|Overall Rating||Silver - expired|
|Submission Date||June 22, 2018|
Soka University of America
OP-21: Hazardous Waste Management
|1.00 / 1.00||
Director of Environmental Health & Safety
Environmental Health & Safety
Does the institution have strategies in place to safely dispose of all hazardous, special (e.g. coal ash), universal, and non-regulated chemical waste and seek to minimize the presence of these materials on campus?:
A brief description of steps taken to reduce hazardous, special (e.g. coal ash), universal, and non-regulated chemical waste:
Soka University of America accumulates hazardous waste for 180 days and then ships off to permitted treatment, storage, disposal facilities (TSDF). A portion of last shipment was reclaimed for reuse at a permitted treatment, storage, disposal facility.
Researchers working in wet labs do not have to discard non-contaminated items in dry chemical waste stream. Instead, non-contaminated items (e.g., gloves, paper towels, weighing papers, cuvettes, and other items) can be thrown in regular trash. Additionally, our hazardous waste transporter sends flammable liquid waste to a destination where it gets recycled/reclaimed for further usage.
Electronic waste is shipped off to an R2 (responsible recycler) certified facility.
A brief description of how the institution safely disposes of hazardous, universal, and non-regulated chemical waste:
In order to dispose of hazardous, universal, and non-regulated chemical waste, the Director of Environmental Health and Safety selects only licensed transporters. Hazardous waste and non-regulated chemical waste are packed by trained, licensed transporters in Department of Transportation (DOT) approved containers in accordance with DOT regulations. The transporters then deliver hazardous wastes and non-regulated chemical wastes to permitted treatment, storage, disposal facilities (TSDF).
Universal waste is coordinated by the Facilities Department with a company named AERC Recycling Solutions which managed by the University's outsourced service provider, the International Environmental Alliance responsible for coordinating waste disposal and recycling.
Hazardous waste is picked up by a service provider named Enviropol Environmental Services.
A brief description of any significant hazardous material release incidents during the previous three years, including volume, impact and response/remediation:
No incident of hazardous material release has been reported in last three years.
A brief description of any inventory system employed by the institution to facilitate the reuse or redistribution of laboratory chemicals:
An inventory of laboratory chemicals is updated annually which is shared with the Science faculty. The inventory includes location and quantities of all chemicals. Additionally, general laboratory chemicals are stored in support areas which are accessible to faculty. This process significantly reduces the purchase and storage of excess chemicals on campus.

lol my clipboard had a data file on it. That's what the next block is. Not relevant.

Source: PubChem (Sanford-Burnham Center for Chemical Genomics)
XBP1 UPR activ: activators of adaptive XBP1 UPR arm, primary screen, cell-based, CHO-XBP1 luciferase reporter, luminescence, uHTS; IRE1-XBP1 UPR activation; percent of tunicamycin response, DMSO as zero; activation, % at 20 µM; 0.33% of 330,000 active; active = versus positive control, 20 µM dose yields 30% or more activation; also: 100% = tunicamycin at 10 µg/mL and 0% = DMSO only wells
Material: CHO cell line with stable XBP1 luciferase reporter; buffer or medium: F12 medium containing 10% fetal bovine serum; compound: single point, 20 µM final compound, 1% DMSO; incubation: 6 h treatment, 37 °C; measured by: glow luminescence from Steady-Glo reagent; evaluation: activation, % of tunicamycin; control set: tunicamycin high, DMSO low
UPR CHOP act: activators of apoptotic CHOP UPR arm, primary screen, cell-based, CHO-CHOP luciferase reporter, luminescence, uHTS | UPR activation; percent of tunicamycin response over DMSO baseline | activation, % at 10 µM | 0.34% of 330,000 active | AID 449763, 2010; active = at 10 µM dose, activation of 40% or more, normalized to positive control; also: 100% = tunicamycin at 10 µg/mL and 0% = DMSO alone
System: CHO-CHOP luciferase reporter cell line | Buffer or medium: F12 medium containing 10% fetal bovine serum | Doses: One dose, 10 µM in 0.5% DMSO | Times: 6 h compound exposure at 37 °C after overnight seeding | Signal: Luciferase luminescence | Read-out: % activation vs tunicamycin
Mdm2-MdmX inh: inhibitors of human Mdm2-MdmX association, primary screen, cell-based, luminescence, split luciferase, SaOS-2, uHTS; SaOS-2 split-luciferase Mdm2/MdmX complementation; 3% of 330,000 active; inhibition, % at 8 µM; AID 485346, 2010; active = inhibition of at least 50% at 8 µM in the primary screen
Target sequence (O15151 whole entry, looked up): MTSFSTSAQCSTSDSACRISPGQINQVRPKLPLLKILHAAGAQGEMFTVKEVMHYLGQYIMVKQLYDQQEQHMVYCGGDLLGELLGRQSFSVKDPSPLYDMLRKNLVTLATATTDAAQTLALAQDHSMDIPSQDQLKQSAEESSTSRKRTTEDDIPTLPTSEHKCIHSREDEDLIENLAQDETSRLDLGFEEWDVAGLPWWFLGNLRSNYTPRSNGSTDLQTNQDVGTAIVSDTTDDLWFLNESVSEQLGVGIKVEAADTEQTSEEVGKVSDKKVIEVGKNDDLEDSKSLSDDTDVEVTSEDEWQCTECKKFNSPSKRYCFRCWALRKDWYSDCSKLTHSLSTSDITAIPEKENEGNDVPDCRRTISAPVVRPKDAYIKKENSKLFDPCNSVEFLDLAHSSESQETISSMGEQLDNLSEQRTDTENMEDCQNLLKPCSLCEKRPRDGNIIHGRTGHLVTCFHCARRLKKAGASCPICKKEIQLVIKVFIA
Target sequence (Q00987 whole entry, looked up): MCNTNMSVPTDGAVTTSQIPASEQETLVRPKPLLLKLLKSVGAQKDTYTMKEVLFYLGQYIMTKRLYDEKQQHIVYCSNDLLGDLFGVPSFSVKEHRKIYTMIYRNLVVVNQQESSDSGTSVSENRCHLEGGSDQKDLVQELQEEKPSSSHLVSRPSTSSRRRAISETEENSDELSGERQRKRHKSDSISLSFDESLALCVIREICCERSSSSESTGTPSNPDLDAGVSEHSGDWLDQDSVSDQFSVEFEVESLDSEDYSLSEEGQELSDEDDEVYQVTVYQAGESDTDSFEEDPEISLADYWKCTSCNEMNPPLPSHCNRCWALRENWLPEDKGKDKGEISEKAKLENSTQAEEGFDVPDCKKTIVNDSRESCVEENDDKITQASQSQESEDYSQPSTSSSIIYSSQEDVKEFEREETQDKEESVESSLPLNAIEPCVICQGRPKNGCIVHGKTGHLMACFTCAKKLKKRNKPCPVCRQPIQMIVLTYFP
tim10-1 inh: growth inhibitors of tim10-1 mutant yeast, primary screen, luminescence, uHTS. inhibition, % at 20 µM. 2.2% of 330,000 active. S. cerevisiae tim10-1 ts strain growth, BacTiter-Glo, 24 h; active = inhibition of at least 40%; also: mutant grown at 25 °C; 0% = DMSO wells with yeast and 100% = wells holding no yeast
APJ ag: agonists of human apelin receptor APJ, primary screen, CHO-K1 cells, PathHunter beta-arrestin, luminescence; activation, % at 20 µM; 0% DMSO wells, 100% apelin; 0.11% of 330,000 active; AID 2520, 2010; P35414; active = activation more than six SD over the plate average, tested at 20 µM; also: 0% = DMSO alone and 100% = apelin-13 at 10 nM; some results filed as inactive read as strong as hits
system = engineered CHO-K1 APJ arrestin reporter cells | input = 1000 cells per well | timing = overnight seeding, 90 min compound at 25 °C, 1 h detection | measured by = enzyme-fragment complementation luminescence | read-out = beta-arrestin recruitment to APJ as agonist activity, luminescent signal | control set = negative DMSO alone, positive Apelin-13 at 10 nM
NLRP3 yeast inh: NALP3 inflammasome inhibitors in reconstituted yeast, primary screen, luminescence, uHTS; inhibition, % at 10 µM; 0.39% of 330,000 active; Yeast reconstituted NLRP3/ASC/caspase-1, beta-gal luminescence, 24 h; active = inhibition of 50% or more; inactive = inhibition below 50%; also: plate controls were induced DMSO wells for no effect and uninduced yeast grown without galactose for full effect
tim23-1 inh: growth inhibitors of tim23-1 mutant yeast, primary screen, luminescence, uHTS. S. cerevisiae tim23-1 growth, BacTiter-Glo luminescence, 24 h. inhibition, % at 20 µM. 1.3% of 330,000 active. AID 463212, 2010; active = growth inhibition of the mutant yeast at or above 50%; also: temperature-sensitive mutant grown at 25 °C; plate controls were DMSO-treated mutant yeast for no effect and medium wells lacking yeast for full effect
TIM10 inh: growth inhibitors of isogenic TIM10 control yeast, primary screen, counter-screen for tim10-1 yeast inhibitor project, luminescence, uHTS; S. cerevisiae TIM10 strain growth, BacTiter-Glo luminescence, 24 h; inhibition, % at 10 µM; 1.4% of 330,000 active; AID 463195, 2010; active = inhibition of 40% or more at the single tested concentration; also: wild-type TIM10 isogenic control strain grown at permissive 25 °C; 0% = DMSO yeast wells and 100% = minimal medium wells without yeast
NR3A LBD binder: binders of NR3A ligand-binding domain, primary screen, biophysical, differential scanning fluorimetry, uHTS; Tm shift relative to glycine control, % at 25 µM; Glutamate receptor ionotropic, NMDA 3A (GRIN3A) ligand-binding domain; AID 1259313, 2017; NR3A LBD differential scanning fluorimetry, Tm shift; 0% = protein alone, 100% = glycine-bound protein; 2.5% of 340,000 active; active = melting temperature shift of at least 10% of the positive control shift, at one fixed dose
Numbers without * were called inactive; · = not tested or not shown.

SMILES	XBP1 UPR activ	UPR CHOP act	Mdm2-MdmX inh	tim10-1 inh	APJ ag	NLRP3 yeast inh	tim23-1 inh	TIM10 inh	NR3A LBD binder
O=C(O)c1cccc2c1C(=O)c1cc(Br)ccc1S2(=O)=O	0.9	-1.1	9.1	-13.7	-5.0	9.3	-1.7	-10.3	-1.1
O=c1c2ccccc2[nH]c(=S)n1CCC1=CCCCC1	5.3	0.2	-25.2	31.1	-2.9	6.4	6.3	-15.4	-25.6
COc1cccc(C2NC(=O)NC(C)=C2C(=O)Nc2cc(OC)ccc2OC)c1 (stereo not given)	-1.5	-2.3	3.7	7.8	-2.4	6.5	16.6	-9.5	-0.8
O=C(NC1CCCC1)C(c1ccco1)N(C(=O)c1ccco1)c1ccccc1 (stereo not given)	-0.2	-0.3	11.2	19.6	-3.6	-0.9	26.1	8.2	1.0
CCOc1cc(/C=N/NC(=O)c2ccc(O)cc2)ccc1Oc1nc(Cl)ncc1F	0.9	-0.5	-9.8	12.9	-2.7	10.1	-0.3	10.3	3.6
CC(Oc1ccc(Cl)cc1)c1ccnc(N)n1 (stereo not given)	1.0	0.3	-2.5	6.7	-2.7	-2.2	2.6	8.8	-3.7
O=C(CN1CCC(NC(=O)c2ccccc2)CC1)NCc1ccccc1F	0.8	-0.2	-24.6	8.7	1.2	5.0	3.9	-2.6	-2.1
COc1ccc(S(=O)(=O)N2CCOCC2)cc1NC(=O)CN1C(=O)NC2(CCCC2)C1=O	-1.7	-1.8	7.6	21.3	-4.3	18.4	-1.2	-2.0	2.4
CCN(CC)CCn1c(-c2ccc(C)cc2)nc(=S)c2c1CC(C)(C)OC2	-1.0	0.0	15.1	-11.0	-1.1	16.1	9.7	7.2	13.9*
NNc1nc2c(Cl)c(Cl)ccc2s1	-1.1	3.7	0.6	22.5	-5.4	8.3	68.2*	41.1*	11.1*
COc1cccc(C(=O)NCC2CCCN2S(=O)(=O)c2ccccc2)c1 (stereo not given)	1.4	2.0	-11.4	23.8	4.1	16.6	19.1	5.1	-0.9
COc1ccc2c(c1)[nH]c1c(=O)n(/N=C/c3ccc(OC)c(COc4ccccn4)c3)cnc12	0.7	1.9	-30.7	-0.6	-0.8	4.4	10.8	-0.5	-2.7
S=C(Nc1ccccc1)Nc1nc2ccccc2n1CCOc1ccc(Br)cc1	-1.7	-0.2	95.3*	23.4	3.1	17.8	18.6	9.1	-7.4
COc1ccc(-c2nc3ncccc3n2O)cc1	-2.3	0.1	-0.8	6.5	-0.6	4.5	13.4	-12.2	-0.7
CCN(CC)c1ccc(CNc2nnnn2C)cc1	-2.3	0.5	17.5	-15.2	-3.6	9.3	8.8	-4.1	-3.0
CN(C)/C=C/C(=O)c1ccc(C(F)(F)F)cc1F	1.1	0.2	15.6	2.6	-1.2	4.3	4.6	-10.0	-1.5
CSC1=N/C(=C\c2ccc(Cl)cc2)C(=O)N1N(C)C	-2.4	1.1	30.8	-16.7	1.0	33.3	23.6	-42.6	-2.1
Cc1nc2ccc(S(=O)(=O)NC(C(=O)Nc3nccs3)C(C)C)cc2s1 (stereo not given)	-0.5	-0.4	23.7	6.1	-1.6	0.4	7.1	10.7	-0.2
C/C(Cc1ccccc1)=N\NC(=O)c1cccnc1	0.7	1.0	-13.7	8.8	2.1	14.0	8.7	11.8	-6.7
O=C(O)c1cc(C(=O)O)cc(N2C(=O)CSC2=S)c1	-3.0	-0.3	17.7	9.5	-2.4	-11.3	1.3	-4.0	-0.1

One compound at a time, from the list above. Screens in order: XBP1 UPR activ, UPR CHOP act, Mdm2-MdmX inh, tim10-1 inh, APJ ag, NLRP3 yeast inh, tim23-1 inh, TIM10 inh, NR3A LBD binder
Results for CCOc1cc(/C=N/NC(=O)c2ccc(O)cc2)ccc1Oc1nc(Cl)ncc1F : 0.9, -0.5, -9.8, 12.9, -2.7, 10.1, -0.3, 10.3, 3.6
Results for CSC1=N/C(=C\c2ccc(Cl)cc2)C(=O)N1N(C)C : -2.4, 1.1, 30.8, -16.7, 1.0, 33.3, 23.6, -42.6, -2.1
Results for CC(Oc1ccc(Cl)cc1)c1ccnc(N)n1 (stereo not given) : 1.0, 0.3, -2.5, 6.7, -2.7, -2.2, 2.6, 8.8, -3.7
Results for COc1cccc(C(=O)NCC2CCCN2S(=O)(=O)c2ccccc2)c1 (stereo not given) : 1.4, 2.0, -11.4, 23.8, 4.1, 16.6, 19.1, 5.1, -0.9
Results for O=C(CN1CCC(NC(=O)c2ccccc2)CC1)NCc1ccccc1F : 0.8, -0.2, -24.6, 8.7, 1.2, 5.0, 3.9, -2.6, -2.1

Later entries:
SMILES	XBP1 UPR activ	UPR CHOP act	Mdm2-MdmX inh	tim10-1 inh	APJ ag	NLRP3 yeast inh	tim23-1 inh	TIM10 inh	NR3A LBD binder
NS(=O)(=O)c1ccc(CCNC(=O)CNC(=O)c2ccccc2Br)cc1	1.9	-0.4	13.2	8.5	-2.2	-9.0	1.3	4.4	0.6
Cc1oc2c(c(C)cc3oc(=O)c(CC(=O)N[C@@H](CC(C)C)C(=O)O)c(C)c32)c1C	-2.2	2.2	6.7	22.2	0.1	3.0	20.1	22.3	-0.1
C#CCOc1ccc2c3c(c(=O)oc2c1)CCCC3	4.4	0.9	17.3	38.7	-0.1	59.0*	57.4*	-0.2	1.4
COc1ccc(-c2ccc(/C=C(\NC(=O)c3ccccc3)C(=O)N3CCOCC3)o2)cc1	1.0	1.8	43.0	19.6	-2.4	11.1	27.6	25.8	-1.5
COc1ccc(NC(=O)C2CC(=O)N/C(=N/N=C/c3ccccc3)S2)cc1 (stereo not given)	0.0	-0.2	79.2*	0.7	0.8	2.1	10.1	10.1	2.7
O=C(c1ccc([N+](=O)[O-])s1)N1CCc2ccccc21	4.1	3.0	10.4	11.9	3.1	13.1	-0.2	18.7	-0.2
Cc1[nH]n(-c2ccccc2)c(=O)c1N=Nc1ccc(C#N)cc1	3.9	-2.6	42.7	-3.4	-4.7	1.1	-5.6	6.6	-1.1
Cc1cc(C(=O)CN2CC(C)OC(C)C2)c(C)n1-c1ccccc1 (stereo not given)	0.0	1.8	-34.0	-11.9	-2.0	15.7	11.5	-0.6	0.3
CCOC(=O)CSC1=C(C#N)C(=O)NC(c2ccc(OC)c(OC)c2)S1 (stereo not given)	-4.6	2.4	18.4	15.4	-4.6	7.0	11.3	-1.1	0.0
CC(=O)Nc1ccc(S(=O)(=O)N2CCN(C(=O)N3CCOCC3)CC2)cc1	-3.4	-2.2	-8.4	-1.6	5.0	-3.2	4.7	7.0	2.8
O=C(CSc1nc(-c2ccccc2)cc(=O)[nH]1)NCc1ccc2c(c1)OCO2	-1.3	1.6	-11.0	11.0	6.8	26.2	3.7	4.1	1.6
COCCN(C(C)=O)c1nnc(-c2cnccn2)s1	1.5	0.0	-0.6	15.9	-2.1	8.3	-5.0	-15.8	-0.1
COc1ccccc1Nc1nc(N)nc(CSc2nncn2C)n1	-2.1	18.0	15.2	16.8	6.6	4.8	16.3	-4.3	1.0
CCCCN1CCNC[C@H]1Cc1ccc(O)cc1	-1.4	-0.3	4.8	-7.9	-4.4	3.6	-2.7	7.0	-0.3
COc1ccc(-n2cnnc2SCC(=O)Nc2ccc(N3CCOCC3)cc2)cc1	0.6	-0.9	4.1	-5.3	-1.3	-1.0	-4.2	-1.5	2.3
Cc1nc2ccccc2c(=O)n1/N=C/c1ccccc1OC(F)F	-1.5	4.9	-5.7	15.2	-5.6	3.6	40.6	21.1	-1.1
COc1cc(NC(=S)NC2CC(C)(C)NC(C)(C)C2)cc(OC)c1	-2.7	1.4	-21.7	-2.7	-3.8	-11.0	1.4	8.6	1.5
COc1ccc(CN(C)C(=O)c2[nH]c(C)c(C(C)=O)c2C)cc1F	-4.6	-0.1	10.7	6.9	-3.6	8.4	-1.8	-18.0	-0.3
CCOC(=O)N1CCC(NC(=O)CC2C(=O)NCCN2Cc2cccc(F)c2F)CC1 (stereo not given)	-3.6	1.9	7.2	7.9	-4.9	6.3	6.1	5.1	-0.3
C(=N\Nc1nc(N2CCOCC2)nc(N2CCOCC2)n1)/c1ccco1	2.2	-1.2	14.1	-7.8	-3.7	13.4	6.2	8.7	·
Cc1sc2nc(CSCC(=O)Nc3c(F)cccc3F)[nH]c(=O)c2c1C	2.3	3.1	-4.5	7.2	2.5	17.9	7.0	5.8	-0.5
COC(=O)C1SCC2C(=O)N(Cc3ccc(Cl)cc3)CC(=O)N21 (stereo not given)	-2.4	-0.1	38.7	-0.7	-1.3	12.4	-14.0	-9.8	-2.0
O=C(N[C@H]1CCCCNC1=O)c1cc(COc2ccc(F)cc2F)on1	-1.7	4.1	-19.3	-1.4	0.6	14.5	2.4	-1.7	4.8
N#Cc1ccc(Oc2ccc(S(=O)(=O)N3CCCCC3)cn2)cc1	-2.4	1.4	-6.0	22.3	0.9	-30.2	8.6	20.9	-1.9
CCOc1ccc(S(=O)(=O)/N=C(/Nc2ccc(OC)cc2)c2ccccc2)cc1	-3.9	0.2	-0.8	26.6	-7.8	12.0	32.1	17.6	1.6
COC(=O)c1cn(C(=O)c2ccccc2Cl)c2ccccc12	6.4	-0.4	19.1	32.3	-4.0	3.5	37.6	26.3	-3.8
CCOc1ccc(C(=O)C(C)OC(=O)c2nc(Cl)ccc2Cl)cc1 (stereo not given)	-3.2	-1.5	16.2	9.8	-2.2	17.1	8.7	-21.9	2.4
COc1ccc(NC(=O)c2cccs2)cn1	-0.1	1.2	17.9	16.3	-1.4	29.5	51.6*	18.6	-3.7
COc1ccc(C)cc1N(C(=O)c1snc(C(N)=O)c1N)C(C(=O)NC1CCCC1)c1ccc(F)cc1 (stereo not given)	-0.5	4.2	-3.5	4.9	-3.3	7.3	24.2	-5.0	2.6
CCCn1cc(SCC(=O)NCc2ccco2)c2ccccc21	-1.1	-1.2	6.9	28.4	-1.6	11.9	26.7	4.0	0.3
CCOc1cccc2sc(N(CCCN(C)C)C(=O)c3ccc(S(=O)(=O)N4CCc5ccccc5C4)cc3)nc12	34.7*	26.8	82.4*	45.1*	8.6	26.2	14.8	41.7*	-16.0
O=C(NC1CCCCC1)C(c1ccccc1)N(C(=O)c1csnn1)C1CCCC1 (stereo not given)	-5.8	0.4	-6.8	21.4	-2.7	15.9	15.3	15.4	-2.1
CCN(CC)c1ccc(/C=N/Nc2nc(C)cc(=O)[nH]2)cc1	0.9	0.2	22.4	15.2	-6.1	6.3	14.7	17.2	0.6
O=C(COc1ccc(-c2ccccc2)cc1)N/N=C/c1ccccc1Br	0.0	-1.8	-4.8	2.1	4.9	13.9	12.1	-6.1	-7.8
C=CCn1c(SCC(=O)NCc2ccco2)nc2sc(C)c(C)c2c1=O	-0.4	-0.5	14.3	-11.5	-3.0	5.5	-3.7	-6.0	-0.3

Does the institution have or participate in a program to responsibly recycle, reuse, and/or refurbish electronic waste generated by the institution?:
Does the institution have or participate in a program to responsibly recycle, reuse, and/or refurbish electronic waste generated by students?:
A brief description of the electronic waste recycling program(s), including information about how electronic waste generated by the institution and/or students is recycled:
University's Information Technology (IT) Department manages electronic waste (E-Waste). When E-Waste is ready to be picked up, the Director of Environmental Health and Safety screens for recyclers who are ISO and R2 (Responsible Recycling) certified. Additionally, selected recyclers are requested to provide necessary licenses, permits, and certificates before picking up and transporting University's E-Waste. Currently, the IT works with TechWaste Recycling to manage its electronic waste.
Is the institution’s electronic waste recycler certified under the e-Stewards and/or Responsible Recycling (R2) standards?:
Electronic waste recycled or otherwise diverted from the landfill or incinerator during the most recent year for which data is available during the previous three years:
The website URL where information about the programs or initiatives is available:
Additional documentation to support the submission:
Additionally, a PDF of program called Hazard Communication (HAZCOM) has been attached. It covers general safety with chemical handling, labeling, and storage on-campus. A sample downstream vendor audit form used for every pick up just to ensure that the transporter/waste packer is adequately licensed and insured has been attached.
The information presented here is self-reported. While AASHE staff review portions of all STARS reports and institutions are welcome to seek additional forms of review, the data in STARS reports are not verified by AASHE. If you believe any of this information is erroneous or inconsistent with credit criteria, please review the process for inquiring about the information reported by an institution and complete the Data Inquiry Form.